Thursday, September 30, 2010
National education reporter questions claim by OSU, OU that FERPA prohibits release of campus parking ticket data
Claims by two Oklahoma universities that releasing campus parking ticket data would violate student privacy laws were questioned by a top education reporter at a recent national conference.
Oklahoma State University and the University of Oklahoma last spring both refused requests to release parking ticket data. OSU alone issued more than 18,000 tickets from Aug. 1, 2009, to April 9, 2010, The Daily O'Collegian reported.
Officials for OSU and OU say releasing names of ticket recipients would violate the Family Educational Rights and Privacy Act, a federal statute passed to protect specific student records, such as grades.
“I don’t see how that argument could ever stand up,” said Kathryn Masterson, a reporter for The Chronicle of Higher Education.
Masterson made her comments during a panel discussion on higher education at the Investigative Reporters and Editors national conference in June. More than 800 journalists attended.
“My question might be why? Are they pulling in more money from parking tickets?” Masterson asked.
The universities made the argument in response to a request by a student journalist at Oklahoma State University.
Universities that use FERPA to deny access to campus parking ticket information were called “obstructionist” by the Student Press Law Center.
FERPA is one of the most widely used --- and abused --- excuses for universities seeking to withhold records that would otherwise be public under state sunshine laws. Courts have repeatedly struck down such broad interpretations.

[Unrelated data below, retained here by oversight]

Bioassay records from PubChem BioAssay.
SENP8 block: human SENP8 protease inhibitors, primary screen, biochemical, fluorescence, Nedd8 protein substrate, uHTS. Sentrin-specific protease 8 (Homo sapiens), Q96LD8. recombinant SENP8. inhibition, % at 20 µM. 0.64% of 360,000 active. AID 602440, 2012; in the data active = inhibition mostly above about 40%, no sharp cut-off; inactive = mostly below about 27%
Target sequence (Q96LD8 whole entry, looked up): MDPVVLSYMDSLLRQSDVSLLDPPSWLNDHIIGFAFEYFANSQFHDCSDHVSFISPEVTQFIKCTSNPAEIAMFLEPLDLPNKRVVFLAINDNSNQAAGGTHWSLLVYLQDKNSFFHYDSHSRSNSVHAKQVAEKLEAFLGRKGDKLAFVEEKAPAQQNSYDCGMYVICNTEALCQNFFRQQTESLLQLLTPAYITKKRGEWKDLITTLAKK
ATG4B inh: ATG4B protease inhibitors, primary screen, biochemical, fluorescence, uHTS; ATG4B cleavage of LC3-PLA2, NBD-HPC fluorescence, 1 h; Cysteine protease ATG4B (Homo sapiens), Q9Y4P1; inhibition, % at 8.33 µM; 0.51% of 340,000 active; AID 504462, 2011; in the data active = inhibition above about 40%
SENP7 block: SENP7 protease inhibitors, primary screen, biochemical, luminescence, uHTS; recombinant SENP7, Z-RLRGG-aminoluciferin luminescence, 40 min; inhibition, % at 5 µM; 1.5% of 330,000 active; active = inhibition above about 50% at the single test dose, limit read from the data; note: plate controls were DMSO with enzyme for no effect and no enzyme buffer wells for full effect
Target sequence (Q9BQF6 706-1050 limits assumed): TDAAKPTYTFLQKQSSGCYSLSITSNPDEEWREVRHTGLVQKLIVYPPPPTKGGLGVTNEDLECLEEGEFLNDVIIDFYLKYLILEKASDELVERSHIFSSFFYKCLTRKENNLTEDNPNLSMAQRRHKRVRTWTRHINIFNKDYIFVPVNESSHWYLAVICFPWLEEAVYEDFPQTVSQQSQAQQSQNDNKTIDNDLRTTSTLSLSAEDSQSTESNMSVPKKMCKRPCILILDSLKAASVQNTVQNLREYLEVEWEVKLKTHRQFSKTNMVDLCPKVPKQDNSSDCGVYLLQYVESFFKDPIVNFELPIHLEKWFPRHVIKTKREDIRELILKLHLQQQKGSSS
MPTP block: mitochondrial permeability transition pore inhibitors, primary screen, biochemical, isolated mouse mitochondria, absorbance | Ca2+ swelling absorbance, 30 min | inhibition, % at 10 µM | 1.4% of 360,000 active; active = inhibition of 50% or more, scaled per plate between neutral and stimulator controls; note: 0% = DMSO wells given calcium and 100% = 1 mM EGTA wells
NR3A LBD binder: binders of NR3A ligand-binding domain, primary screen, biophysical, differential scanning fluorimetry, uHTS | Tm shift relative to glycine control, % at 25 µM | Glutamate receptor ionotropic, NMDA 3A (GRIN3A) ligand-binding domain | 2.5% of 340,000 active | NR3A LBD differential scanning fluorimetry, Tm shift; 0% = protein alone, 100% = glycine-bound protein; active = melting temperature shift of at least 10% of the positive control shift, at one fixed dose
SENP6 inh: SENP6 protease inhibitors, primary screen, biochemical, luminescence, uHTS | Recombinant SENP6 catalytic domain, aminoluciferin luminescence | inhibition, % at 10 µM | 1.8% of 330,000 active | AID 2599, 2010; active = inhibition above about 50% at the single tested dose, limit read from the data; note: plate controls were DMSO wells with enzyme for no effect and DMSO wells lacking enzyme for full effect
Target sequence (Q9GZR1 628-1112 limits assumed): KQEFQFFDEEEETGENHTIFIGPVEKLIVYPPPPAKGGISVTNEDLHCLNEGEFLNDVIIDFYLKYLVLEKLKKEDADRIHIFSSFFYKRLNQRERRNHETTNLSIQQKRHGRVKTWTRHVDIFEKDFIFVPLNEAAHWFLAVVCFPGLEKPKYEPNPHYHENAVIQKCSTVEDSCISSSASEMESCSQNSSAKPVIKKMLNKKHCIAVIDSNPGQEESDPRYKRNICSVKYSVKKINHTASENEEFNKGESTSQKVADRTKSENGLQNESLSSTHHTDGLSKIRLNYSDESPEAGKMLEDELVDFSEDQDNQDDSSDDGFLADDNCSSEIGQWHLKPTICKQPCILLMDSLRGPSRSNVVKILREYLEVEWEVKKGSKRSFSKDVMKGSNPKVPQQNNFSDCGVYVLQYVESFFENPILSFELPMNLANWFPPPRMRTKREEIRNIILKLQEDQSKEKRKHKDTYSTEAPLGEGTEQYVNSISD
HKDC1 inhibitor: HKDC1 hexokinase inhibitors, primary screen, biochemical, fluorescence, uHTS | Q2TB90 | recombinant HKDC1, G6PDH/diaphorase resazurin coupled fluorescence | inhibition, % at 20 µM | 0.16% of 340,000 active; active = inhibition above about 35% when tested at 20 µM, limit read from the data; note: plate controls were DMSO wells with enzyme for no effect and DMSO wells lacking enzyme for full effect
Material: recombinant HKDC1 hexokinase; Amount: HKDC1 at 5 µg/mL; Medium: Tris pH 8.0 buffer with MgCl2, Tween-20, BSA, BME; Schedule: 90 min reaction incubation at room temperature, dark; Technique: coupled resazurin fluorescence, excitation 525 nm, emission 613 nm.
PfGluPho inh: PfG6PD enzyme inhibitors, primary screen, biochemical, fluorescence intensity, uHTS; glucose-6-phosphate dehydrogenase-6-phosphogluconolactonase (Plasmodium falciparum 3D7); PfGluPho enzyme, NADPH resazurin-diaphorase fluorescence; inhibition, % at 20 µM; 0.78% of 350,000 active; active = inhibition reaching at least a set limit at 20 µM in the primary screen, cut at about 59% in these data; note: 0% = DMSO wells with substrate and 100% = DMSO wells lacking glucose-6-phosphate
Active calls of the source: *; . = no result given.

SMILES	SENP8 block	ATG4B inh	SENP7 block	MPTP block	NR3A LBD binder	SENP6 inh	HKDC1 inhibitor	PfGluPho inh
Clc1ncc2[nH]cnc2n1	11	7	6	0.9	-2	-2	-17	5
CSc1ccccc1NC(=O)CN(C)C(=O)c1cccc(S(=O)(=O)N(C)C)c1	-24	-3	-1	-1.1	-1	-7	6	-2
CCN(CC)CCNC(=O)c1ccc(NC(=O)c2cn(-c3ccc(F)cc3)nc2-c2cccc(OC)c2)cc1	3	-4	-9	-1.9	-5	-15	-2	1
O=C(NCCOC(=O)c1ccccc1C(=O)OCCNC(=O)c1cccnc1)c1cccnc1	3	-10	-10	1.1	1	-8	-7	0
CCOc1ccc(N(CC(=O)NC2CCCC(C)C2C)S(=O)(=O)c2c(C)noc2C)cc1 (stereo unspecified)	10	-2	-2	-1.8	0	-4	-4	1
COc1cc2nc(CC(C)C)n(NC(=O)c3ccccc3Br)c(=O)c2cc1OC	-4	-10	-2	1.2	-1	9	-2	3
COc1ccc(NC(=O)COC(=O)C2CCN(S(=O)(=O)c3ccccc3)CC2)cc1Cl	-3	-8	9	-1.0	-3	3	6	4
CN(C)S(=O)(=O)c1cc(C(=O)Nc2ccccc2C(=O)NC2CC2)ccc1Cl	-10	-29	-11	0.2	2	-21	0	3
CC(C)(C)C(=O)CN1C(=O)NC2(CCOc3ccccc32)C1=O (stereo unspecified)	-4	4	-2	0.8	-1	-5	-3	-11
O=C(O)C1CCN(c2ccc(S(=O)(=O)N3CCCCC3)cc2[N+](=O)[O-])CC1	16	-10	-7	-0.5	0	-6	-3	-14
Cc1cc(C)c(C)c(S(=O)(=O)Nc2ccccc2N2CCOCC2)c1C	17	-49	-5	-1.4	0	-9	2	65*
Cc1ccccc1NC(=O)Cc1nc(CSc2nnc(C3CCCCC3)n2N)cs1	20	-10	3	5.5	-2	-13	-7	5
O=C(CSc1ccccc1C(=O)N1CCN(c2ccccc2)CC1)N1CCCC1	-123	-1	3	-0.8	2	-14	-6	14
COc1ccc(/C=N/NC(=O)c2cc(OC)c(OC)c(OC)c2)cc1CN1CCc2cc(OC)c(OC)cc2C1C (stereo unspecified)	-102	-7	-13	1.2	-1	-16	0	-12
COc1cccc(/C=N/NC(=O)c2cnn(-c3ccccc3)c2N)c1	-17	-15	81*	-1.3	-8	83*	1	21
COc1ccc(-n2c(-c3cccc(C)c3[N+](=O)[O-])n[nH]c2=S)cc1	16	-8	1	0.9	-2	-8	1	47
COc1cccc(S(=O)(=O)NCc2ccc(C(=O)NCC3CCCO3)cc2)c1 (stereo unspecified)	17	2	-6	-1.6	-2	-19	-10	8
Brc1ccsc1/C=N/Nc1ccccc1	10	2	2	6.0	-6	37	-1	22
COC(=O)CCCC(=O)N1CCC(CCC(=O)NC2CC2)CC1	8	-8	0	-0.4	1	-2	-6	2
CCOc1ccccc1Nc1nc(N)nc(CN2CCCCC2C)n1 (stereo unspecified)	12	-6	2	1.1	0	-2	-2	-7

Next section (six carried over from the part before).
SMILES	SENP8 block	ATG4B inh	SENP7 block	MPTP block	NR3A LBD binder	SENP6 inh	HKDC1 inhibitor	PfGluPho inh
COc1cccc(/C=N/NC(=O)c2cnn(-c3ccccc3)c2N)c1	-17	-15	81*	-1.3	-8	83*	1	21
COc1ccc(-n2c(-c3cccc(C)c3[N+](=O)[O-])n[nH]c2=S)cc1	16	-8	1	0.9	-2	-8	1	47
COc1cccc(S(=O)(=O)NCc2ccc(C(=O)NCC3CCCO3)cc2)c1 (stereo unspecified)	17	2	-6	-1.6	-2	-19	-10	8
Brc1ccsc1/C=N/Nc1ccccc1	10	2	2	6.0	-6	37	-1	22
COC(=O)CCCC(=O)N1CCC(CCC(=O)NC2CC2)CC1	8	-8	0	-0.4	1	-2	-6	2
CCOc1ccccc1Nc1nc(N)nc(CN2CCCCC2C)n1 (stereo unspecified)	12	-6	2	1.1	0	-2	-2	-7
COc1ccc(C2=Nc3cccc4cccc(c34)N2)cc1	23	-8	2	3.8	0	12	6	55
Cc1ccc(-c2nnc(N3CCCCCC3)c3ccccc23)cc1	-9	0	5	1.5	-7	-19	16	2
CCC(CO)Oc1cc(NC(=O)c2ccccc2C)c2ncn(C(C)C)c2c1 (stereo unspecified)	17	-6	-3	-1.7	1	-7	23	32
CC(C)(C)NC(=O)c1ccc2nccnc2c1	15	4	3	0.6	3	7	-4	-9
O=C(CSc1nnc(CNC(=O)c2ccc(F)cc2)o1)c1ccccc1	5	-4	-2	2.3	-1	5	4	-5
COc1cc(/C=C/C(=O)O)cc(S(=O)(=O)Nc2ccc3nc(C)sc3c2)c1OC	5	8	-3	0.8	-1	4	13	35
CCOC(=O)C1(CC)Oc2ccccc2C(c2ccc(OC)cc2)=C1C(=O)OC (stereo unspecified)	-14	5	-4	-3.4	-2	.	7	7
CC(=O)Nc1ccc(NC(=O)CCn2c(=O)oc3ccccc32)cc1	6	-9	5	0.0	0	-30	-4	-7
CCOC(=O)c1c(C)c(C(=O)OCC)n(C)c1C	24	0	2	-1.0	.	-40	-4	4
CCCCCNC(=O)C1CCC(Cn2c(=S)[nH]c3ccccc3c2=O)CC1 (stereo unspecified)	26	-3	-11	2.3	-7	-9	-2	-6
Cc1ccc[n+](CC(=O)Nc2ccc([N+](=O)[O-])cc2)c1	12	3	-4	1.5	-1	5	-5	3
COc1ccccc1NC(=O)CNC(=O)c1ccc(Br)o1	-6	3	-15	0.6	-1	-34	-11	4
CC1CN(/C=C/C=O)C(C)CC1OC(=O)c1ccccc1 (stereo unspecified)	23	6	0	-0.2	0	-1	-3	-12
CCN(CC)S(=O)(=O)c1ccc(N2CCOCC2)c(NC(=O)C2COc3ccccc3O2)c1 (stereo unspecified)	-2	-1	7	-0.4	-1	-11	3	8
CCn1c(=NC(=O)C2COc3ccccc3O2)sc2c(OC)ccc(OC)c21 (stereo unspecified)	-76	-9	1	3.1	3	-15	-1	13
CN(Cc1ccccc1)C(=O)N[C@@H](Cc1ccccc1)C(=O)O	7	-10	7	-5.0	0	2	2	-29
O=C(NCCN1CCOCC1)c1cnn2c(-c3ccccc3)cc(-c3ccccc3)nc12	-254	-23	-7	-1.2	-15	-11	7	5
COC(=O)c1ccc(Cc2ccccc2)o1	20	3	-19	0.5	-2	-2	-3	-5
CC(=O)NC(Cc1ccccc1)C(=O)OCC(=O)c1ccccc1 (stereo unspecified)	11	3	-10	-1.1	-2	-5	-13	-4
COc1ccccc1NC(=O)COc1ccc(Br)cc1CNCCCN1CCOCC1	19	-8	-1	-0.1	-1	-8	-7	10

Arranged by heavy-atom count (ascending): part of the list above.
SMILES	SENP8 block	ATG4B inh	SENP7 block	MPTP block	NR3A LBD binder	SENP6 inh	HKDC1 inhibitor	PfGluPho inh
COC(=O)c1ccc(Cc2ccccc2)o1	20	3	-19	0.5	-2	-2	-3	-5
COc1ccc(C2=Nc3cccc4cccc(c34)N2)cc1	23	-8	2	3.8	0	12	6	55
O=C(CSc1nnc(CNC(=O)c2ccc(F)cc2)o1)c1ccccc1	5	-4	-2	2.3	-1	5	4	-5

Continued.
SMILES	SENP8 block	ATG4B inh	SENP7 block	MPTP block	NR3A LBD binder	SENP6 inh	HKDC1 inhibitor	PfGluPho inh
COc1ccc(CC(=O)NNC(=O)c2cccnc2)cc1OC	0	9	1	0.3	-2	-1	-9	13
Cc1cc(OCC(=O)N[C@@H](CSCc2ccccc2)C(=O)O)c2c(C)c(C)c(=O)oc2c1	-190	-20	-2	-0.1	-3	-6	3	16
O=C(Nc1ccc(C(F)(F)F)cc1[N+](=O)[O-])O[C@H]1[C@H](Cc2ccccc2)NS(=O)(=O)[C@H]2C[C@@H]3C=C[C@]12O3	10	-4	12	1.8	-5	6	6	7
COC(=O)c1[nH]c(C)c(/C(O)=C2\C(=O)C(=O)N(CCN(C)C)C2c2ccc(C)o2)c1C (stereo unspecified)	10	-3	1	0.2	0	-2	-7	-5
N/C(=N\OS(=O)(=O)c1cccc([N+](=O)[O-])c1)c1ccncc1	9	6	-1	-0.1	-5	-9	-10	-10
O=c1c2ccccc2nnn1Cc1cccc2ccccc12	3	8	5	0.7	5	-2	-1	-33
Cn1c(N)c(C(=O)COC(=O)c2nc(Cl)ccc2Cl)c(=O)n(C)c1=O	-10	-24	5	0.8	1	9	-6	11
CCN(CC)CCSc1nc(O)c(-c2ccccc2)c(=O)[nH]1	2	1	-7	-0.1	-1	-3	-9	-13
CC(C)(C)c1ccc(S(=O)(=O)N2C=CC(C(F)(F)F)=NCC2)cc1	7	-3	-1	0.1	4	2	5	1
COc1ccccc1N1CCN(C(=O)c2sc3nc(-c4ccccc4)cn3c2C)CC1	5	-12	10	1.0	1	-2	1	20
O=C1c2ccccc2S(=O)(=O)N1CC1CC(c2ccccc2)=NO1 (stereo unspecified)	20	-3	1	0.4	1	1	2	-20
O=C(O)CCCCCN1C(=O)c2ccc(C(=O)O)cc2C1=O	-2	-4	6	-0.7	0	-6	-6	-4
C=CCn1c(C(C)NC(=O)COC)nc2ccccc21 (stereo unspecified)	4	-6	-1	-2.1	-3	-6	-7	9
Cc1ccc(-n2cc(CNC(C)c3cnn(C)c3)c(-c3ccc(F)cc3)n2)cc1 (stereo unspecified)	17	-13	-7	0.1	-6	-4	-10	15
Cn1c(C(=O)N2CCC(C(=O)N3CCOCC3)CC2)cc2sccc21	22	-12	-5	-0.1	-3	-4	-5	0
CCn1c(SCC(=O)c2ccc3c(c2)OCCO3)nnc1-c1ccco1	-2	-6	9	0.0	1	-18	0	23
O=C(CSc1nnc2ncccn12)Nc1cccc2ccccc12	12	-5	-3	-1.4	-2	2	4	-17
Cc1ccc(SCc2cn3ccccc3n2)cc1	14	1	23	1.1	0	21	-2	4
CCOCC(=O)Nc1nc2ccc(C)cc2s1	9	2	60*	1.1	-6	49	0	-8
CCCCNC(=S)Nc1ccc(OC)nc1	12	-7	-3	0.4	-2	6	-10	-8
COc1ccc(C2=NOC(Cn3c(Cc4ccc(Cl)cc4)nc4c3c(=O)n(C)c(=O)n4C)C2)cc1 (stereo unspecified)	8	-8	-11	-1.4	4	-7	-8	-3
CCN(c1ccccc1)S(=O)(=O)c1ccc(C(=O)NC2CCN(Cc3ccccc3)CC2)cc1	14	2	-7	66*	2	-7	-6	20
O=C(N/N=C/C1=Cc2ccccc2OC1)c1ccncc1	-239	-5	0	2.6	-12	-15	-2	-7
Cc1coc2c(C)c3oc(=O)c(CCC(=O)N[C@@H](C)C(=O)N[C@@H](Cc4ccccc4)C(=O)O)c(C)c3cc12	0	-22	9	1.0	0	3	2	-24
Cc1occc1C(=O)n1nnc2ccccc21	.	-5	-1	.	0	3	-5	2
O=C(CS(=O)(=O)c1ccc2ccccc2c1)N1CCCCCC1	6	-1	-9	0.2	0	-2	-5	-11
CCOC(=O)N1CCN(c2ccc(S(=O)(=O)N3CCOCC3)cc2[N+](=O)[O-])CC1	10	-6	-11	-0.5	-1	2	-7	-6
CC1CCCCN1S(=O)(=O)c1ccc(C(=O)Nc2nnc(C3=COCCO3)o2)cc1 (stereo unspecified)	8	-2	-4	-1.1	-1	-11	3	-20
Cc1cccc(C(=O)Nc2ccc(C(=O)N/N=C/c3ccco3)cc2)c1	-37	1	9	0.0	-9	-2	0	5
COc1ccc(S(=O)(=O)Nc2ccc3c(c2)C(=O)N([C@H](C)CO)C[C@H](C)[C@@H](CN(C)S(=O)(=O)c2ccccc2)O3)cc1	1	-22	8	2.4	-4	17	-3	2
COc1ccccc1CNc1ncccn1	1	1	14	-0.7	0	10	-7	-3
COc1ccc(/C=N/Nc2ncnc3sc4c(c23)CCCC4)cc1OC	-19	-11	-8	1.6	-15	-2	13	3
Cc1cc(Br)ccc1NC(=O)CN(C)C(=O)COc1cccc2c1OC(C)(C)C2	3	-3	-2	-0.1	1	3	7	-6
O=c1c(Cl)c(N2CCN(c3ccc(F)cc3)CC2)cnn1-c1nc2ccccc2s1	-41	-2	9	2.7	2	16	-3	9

“And yet colleges persist in defining any piece of paper in their possession as an ‘educational record’ when nondisclosure suits their purposes,” the SPLC said in a press release last May.
Universities have even used FERPA to refuse public access to college athletic departments’ airplane passenger manifests and complimentary ticket lists, a 2009 report by The Columbus Dispatch showed. The newspaper also showed that FERPA has been used to block parents from getting life-saving information about their own children’s medical conditions.
In another case, a Wisconsin university provided an “almost completely erased” tape recording of a university committee meeting to a campus newspaper. The university argued the voices of students at the public meeting are shielded by FERPA, the SPLC reported.
Northwestern Oklahoma State University's claim in June that FERPA prohibits it from disclosing which students receive scholarships funded by Alva's sales taxes is another example of why the statute is "broken," said the SPLC executive director.
Former U.S. Sen. James L. Buckley of New York, the primary FERPA author, has said the law “needs to be revamped” because of abuses by colleges and universities.
Computer-Assisted Reporting Editor
Dallas Morning News